By Katie Demeria
Bitterly cold weather has gripped the valley through much of the past month, creating high heating costs that are forcing many to take advantage of local food services.
The Blue Ridge Area Food Bank, which works with 234 partner agencies throughout Virginia to provide food to individuals in need, issued a news release in which it highlighted the issue many are facing: choosing between heating their homes and eating.
"Fifty percent of those who receive food assistance through the Blue Ridge Area Food Bank reported that they choose between paying for food and paying for utilities and heating fuel," the release notes.
Heating and fueling costs cause additional financial stress to families who are already struggling to meet daily living costs.
Lt. Pradeep Ramaji, Commanding Officer for the Salvation Army of Front Royal, said he oftentimes has to help individuals who find themselves in difficult financial situation during the cold months.
"This has been a very heavy winter this year," he said. "Electric bills are going to be quite high to keep the houses warm."
The Salvation Army prepares bags of food for individuals in need every weekday between 11:30 a.m. and 12:30 p.m.
"We have people come every day to take the food," Ramaji said. "Even on days that it snows, when it snowed 5 inches, people came to pick up the food. It is very helpful for them, because I'm sorry to say there is a lot of need in the area."
More people take advantage of the food service in the winter, according to Ramaji, and especially during the polar vortex that hit the area earlier this month.
There are several food pantries in the area that offer services to those in need, he added, many of which are run through local churches.
"But some of these people have transportation difficulties," Ramaji pointed out. "They need places in walking distance, and then they cannot carry quite as much food, their bags cannot be too heavy."
Arlene Chappell with C-Cap, an organization that also provides food for the needy in Front Royal, said numbers this year have generally matched those she has seen in past winters.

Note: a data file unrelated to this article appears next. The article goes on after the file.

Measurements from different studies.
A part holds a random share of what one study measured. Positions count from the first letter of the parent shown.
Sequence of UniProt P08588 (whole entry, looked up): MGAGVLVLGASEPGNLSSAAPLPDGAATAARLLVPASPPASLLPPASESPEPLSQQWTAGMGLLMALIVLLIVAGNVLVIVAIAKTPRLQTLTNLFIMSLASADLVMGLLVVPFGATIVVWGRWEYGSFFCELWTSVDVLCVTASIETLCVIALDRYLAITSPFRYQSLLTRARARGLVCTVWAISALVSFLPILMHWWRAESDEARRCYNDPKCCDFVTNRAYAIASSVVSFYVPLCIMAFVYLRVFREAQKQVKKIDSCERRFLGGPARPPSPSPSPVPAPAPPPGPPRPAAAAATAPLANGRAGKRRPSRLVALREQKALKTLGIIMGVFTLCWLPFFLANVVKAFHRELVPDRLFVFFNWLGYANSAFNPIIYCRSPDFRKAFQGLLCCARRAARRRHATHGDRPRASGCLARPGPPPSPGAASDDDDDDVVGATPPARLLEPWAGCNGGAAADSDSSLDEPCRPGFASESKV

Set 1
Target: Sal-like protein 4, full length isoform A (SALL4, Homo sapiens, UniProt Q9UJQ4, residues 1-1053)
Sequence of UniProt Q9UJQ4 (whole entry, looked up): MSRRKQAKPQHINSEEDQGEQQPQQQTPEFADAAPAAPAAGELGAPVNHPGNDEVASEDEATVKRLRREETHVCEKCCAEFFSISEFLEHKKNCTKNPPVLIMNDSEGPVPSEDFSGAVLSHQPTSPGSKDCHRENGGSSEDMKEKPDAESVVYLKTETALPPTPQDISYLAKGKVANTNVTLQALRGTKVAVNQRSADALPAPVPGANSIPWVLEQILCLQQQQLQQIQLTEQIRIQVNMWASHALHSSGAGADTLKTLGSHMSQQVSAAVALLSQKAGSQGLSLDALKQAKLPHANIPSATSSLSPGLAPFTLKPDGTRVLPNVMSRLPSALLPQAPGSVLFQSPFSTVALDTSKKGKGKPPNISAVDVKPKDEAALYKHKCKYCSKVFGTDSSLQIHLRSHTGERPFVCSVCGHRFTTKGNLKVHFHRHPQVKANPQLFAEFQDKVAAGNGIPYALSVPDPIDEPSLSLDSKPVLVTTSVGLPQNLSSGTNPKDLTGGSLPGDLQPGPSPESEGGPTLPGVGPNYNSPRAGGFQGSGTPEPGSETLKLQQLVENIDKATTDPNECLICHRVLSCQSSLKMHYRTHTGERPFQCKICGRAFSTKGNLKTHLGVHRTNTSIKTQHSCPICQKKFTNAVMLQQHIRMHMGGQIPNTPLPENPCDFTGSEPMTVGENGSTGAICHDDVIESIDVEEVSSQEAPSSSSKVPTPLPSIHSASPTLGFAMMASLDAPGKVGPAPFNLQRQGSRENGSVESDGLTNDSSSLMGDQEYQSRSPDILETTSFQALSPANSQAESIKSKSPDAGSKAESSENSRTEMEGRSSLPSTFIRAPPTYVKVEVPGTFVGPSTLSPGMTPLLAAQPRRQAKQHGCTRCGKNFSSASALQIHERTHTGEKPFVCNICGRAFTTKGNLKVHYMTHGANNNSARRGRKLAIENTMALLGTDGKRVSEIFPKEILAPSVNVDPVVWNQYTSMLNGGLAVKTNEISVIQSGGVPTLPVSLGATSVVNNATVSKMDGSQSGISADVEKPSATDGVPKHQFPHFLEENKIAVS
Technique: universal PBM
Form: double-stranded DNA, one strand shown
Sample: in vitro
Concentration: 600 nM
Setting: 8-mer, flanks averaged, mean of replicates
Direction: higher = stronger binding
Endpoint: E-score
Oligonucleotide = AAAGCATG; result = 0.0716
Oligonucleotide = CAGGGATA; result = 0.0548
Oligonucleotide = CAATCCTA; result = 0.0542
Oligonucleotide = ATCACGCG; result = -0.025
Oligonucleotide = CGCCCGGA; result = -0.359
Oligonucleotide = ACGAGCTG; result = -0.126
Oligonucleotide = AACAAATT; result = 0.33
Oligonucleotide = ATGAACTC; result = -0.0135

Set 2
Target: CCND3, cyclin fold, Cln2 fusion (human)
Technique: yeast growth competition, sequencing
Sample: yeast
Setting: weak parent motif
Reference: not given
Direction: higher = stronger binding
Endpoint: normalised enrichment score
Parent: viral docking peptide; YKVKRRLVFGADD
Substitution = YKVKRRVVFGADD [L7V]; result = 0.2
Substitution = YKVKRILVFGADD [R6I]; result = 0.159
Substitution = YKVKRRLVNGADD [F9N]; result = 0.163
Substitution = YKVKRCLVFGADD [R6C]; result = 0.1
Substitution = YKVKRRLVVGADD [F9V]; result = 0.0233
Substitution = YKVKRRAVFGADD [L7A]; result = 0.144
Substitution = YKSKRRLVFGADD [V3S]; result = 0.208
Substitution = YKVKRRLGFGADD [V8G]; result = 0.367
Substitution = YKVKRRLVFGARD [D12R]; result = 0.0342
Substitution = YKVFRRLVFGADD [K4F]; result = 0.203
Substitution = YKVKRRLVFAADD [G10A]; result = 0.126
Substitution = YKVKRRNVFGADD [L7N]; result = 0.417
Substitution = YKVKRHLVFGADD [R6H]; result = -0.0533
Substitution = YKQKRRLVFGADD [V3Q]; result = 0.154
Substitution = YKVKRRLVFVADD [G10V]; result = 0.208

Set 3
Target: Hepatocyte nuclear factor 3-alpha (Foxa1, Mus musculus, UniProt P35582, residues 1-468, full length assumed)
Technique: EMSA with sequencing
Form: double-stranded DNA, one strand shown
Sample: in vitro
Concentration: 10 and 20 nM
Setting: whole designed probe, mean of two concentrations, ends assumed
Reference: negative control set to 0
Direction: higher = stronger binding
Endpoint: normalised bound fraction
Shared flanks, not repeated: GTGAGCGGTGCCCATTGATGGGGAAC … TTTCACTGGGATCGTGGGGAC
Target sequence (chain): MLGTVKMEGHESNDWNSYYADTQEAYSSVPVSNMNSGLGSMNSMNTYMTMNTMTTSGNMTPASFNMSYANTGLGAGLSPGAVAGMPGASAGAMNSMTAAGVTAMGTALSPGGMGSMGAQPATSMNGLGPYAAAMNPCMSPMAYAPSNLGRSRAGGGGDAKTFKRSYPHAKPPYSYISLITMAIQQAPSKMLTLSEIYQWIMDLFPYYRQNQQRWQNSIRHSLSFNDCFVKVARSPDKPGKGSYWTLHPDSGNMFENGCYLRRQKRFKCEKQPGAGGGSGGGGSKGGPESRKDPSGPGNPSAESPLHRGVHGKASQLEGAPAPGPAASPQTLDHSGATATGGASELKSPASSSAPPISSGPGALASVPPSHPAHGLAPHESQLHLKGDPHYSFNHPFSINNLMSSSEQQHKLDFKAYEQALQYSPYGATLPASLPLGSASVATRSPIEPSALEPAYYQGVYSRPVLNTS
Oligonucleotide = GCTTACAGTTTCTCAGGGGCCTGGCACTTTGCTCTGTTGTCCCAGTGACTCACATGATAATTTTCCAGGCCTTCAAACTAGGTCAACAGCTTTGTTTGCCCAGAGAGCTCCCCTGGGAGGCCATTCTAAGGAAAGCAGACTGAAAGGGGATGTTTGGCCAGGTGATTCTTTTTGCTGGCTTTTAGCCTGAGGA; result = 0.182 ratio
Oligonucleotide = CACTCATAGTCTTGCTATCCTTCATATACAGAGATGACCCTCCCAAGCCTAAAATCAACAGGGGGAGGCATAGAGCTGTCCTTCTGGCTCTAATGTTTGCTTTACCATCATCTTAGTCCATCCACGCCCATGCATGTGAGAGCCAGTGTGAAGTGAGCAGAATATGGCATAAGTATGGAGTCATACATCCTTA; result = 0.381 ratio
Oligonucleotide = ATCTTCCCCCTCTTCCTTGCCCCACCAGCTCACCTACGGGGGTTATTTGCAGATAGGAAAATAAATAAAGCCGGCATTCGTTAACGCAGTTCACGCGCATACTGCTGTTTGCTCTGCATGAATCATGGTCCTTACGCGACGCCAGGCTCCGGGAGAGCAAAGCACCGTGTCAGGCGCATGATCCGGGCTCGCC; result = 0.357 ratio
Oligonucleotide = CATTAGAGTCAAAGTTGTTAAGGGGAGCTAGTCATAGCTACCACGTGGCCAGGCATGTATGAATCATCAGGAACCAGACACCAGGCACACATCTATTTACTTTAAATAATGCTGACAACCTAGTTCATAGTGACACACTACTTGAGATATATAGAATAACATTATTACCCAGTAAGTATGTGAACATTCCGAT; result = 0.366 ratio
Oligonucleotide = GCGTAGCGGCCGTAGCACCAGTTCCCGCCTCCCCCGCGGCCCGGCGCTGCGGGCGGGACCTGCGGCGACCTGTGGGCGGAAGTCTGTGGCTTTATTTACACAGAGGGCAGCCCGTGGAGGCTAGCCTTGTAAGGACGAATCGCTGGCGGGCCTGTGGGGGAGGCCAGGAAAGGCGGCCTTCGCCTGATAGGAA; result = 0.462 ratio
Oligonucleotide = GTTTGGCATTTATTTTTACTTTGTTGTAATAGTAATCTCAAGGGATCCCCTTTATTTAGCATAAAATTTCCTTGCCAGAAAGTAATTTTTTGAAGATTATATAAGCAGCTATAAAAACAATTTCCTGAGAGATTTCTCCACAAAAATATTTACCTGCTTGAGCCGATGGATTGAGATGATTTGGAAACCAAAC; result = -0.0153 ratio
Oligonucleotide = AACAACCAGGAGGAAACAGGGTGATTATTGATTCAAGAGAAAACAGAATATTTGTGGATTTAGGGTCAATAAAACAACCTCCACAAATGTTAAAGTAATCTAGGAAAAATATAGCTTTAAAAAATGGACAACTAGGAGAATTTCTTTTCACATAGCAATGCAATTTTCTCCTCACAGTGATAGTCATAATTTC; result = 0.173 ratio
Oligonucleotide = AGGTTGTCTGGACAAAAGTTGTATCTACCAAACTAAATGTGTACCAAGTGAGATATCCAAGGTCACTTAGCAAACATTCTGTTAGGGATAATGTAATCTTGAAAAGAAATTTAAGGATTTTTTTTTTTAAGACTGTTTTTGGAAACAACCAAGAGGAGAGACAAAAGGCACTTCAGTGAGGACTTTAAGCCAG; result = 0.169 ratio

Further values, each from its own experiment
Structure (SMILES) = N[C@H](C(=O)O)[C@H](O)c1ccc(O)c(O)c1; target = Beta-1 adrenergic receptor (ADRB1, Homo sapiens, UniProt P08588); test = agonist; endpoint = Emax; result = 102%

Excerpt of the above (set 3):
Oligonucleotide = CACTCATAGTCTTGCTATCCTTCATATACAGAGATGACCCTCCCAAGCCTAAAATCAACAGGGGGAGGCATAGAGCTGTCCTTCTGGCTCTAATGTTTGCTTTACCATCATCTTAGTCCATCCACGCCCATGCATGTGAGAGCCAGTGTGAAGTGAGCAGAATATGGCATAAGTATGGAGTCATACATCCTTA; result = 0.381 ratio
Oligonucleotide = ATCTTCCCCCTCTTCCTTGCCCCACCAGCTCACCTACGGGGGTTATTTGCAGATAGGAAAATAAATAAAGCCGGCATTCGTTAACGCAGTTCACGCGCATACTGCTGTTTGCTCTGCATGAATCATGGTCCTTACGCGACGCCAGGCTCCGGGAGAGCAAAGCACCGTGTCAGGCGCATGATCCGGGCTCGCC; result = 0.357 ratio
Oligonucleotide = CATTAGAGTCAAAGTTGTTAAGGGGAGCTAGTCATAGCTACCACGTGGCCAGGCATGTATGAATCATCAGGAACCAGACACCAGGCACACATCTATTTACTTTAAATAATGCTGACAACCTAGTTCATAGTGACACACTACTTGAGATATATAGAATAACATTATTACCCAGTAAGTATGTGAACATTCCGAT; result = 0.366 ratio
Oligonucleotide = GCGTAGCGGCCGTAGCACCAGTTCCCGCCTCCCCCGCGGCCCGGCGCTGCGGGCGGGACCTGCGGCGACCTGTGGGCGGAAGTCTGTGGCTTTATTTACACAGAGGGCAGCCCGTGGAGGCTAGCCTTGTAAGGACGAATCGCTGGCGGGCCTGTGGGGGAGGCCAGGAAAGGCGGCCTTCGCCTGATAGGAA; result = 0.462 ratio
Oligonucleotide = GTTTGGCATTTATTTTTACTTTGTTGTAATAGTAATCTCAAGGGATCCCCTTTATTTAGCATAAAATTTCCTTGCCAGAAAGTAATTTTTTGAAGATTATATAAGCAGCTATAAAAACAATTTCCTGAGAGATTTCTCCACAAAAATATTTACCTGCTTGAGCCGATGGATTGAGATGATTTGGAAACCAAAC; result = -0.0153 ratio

"But we have noticed an increase in new clients this year, and that could be a result of how cold it's been," she said.
C-Cap is open between 9 a.m. and 12 p.m. every weekday. Though the organization is meant to operate as a onetime emergency resource, Chappell said some continue using the services throughout the year.
Volunteers do not ask clients to present proof of income, Chappell said, but many clients reveal that they have recently lost jobs, and some are in the process of applying for food stamps.
"We have to put a certain amount of trust in them, a lot of people are just down on their luck," she said. "They don't have very many places to go."
Chappell said she sees a particular need for expanded shelter in the area, particularly for women. The cold weather makes it especially difficult for some to find a place to stay, and while they may be able to find food, finding shelter is more difficult.
Ramaji also said he would like to see shelter resources expanded. He provides motel rooms to individuals in need who contact him, he added, but there is only so much he can do.
"We as responsible citizens need to extend our hand to those who are really in crisis," he said. "Anything can happen to people, and it's all manageable if we all come together to help."
Contact staff writer Katie Demeria at 540-465-5137 ext. 155, or firstname.lastname@example.org